For the Final, We Shall Be Tested on Love

Edmund Blair Leighton, "Abelard and his Pupil Heloise"

Edmund Blair Leighton, “Abelard and his Pupil Heloise”

Friday

Now that my students have completed their exams, they can turn their attention to life’s other tests. Here is Thomas Centolella applying the language of testing–ironically of course–to that which gives life meaning. How do you think you will score?

In the Evening We Shall Be Examined on Love

By Thomas Centolella

And it won’t be multiple choice,
Though some of us would prefer it that way.
Neither will it be essay, which tempts us to run on
When we should be sticking to the point, if not together.
In the evening, there shall be implications
Our fear will change to complications. “No cheating,”
We’ll be told, and we’ll try to figure the cost of being true
To ourselves. In the evening, when the sky has turned
That certain blue, the blue of exam books, books of no more
Daily evasion, we shall climb the hill as the light empties
And park our tired bodies on a bench above the city
And try to fill in the blanks. And we won’t be tested
Like defendants on trial, cross-examined
Till one of us breaks down, guilty as charged. No,
In the evening, after the day has refused to testify,
We shall be examined on love like students
Who don’t even recall signing up for the course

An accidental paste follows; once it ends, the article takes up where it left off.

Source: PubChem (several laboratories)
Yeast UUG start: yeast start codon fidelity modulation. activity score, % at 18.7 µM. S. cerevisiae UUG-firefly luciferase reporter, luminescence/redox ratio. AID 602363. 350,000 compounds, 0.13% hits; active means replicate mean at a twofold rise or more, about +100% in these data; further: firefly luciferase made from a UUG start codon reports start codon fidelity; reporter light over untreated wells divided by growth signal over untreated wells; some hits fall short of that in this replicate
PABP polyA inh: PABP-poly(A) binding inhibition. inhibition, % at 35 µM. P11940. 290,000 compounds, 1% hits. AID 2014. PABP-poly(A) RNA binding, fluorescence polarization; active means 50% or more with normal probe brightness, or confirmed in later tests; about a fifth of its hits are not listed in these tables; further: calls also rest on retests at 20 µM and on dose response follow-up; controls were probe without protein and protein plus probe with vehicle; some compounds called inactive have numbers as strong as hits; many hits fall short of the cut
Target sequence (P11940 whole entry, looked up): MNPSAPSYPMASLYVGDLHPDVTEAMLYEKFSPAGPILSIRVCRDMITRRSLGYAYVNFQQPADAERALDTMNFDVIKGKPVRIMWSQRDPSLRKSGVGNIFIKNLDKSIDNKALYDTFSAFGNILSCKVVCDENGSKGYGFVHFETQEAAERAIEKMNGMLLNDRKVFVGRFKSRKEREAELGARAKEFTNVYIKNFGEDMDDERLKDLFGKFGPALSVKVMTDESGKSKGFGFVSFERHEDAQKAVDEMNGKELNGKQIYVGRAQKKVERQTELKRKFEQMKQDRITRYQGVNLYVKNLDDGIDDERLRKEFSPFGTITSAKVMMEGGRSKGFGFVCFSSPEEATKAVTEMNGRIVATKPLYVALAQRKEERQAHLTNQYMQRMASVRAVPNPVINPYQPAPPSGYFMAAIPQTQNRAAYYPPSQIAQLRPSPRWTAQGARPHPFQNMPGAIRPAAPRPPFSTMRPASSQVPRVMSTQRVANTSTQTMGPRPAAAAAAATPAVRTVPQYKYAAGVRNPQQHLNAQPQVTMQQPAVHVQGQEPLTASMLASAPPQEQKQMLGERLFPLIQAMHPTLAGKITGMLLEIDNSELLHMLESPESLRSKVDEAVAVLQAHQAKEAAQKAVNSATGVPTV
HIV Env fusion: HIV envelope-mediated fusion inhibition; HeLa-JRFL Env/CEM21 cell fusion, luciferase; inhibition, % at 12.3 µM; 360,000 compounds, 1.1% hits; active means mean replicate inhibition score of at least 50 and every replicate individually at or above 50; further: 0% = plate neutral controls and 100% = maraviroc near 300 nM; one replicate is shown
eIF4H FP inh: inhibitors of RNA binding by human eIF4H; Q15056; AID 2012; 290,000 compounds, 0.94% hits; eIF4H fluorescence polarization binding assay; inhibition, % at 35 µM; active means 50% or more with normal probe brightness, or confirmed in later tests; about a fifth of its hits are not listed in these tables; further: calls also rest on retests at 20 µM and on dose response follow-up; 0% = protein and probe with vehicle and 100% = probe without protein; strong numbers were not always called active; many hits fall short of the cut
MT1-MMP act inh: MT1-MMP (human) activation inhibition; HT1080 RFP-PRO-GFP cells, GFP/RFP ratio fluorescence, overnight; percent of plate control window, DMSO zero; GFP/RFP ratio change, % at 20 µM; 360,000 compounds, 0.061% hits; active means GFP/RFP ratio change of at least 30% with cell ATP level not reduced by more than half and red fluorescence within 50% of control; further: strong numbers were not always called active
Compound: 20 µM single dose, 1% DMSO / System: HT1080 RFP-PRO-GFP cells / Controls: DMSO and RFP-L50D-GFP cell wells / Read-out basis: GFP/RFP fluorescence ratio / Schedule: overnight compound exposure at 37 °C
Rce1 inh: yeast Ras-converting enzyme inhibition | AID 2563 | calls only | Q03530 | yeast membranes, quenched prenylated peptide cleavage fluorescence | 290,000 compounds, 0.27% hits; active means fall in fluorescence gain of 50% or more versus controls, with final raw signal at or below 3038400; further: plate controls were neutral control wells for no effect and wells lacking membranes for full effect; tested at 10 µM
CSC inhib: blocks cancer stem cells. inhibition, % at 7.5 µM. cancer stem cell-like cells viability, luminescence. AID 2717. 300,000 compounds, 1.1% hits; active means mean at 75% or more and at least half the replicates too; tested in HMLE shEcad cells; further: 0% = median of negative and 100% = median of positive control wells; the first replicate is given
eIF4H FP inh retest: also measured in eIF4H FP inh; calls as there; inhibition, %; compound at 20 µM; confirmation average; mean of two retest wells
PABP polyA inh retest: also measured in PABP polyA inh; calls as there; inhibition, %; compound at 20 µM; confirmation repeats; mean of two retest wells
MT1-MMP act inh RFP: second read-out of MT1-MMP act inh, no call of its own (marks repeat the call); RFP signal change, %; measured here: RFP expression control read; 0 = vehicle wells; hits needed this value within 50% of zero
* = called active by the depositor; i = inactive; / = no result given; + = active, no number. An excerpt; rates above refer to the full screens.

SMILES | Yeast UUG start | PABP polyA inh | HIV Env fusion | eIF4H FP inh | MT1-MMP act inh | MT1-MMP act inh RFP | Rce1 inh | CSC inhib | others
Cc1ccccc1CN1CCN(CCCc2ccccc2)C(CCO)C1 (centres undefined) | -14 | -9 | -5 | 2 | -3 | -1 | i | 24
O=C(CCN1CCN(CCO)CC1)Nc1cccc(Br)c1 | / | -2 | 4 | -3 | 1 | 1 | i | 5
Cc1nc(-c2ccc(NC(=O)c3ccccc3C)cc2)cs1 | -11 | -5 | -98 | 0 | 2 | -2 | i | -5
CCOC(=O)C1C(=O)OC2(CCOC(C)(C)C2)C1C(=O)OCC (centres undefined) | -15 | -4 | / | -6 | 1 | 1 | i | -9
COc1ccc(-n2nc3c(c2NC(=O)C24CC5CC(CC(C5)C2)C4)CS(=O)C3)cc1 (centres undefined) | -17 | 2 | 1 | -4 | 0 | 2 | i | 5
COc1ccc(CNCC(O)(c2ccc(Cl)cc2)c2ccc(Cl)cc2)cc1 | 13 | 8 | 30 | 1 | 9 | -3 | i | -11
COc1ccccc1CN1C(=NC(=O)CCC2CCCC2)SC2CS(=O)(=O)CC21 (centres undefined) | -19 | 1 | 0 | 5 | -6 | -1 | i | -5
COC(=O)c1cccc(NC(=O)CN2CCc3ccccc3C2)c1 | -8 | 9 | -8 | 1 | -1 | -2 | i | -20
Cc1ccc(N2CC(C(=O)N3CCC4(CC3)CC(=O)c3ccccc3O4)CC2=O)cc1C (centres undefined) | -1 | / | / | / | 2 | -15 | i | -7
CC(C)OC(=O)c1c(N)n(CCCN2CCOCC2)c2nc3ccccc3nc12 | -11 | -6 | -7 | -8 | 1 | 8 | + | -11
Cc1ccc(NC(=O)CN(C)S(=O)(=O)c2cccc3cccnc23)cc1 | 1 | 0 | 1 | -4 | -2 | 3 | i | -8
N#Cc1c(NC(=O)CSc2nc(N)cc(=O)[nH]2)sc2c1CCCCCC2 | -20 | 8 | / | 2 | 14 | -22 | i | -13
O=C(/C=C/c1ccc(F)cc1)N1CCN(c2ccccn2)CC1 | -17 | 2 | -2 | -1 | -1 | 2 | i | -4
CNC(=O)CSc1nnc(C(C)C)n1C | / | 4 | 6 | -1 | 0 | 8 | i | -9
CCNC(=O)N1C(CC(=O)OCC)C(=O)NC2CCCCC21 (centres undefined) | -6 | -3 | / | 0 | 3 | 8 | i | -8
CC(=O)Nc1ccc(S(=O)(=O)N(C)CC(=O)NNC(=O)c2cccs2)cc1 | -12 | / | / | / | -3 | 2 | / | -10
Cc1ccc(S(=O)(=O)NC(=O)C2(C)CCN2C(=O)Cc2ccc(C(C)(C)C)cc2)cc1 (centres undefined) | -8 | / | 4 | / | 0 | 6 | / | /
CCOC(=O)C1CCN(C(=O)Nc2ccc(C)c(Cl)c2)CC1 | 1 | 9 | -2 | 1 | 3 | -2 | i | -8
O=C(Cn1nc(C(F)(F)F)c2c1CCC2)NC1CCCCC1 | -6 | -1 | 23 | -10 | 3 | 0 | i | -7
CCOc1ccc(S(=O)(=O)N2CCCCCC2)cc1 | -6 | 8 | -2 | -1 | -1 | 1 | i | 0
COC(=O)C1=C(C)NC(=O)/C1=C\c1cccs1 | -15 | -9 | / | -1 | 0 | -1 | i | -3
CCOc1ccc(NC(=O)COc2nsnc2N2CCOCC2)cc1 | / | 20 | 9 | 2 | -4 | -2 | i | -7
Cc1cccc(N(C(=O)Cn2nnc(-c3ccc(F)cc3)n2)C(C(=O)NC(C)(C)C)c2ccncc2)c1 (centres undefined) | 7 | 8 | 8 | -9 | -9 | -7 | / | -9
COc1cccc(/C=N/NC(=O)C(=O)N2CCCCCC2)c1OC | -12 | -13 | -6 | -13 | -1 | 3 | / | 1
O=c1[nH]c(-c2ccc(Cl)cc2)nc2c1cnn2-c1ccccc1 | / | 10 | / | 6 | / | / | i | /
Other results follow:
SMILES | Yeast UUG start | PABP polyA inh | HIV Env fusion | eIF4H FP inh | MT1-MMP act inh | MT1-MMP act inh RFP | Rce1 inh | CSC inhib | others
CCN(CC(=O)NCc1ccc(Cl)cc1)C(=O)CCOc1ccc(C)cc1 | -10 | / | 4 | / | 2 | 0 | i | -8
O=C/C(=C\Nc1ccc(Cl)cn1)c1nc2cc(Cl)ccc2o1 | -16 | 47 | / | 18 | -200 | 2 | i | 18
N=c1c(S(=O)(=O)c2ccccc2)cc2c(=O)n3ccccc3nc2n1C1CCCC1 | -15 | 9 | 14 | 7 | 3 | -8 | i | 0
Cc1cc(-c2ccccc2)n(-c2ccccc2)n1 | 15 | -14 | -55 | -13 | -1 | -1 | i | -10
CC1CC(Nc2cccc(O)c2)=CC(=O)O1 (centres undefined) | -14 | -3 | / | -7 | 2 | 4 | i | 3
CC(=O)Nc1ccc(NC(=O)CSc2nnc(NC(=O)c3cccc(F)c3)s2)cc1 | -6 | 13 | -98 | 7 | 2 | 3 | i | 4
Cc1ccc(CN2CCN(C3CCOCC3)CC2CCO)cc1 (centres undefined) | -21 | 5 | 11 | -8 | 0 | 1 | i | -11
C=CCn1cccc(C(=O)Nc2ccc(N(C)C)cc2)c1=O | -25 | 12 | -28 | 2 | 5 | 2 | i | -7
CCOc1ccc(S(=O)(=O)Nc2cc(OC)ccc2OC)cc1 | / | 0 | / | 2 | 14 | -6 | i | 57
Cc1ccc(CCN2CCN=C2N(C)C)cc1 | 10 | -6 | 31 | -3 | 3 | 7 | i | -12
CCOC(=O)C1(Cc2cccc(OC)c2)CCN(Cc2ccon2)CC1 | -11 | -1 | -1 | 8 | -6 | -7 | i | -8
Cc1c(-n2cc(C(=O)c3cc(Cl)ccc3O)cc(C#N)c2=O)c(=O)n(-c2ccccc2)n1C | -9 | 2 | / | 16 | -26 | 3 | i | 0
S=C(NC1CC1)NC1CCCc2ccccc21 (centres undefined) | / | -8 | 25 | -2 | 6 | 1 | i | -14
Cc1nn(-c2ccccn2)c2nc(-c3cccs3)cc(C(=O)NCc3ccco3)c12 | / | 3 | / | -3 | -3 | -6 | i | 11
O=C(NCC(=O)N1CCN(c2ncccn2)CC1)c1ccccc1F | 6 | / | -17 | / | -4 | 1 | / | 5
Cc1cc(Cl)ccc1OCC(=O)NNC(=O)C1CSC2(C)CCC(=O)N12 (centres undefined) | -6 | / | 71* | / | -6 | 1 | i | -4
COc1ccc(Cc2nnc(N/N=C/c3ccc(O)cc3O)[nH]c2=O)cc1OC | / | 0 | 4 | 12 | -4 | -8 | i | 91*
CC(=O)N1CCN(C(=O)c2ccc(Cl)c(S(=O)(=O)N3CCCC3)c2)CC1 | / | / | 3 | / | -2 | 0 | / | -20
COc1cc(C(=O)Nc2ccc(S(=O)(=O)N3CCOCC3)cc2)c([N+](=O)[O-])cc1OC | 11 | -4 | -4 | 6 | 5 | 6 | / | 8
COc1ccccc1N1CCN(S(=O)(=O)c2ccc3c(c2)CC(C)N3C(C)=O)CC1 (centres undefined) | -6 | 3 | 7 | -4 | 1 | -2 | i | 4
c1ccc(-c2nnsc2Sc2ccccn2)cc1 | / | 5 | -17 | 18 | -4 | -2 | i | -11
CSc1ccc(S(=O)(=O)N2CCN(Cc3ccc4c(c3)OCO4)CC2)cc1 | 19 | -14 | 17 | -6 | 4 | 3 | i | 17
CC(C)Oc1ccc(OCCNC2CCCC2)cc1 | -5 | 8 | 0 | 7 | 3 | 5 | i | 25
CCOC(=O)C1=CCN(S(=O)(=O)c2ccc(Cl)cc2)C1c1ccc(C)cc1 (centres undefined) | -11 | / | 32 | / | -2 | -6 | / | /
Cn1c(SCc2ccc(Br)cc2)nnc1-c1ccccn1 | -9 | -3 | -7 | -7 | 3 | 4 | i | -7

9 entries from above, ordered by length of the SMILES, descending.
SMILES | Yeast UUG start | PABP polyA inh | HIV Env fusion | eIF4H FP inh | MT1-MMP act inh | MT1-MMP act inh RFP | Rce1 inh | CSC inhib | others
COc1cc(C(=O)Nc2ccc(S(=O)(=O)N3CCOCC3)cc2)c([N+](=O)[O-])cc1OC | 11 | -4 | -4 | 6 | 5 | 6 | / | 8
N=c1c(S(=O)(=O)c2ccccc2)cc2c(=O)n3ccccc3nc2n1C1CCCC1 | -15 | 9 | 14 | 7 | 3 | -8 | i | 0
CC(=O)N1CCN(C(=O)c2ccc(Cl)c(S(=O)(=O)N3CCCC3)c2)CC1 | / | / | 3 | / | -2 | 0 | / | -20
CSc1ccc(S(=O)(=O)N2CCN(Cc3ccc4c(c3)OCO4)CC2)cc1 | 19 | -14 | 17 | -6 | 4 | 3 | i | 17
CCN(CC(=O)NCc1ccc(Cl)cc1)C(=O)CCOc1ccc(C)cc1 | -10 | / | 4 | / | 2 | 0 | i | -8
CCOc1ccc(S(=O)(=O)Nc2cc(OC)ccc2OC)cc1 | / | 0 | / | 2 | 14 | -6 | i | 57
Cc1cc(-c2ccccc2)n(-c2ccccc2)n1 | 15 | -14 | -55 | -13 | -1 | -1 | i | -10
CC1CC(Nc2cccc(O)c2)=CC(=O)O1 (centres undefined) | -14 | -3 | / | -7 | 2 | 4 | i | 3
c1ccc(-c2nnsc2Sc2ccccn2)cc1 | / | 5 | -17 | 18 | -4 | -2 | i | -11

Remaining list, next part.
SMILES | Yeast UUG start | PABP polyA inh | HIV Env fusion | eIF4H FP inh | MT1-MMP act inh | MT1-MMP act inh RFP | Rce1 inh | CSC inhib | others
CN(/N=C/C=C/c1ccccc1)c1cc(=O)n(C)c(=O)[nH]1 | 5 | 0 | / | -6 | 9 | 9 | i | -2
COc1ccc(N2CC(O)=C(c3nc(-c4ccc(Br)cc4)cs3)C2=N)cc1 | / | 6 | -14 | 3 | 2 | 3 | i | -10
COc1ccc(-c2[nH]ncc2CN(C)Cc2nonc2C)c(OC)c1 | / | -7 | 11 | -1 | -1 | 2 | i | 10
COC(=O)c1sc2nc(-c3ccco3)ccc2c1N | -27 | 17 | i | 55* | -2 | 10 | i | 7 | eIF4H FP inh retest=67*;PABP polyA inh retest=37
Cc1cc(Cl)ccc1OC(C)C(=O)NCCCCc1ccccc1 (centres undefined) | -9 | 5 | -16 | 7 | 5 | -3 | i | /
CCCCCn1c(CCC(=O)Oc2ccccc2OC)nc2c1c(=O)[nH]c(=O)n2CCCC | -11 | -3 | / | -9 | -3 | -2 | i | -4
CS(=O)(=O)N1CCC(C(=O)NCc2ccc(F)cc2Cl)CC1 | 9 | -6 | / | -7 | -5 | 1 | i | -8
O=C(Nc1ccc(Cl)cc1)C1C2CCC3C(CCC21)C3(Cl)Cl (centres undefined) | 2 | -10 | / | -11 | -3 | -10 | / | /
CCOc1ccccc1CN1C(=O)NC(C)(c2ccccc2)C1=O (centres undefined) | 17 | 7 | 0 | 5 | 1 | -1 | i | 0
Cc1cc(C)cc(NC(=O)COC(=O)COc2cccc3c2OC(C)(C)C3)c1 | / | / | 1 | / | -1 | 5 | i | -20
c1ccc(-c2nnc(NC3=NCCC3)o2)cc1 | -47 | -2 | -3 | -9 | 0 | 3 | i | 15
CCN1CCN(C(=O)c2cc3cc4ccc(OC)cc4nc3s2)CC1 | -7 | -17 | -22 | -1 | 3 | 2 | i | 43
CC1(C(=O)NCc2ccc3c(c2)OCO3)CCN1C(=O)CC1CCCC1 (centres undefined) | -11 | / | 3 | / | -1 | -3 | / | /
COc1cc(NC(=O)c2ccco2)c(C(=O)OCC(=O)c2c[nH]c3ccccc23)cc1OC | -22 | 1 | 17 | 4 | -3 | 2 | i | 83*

And now must take their orals, forced to speak for once
From the heart and not off the top of their heads.
And when the evening is over and it’s late
The student body asleep, even the great teachers
Retired for the night, we shall stay up
And run back over the questions, each in our own way:
What’s true and what’s false, what unknown quantity
Will balance the equation, what it would mean years from now
To look back and know
We did not fail.

 

This entry was posted in Uncategorized and tagged , , , , . Bookmark the permalink. Post a comment or leave a trackback: Trackback URL.

  • AVAILABLE NOW!

  • Literature is as vital to our lives as food and shelter. Stories and poems help us work through the challenges we face, from everyday irritations to loneliness, heartache, and death. Literature is meant to mix it up with life. This website explores how it does so.

    Please feel free to e-mail me [rrbates (at) smcm (dot) edu]. I would be honored to hear your thoughts and questions about literature.

  • Sign up for weekly newsletter

    Your email will not be shared or sold.
    * = required field

    powered by MailChimp!
  • Twitter Authentication data is incomplete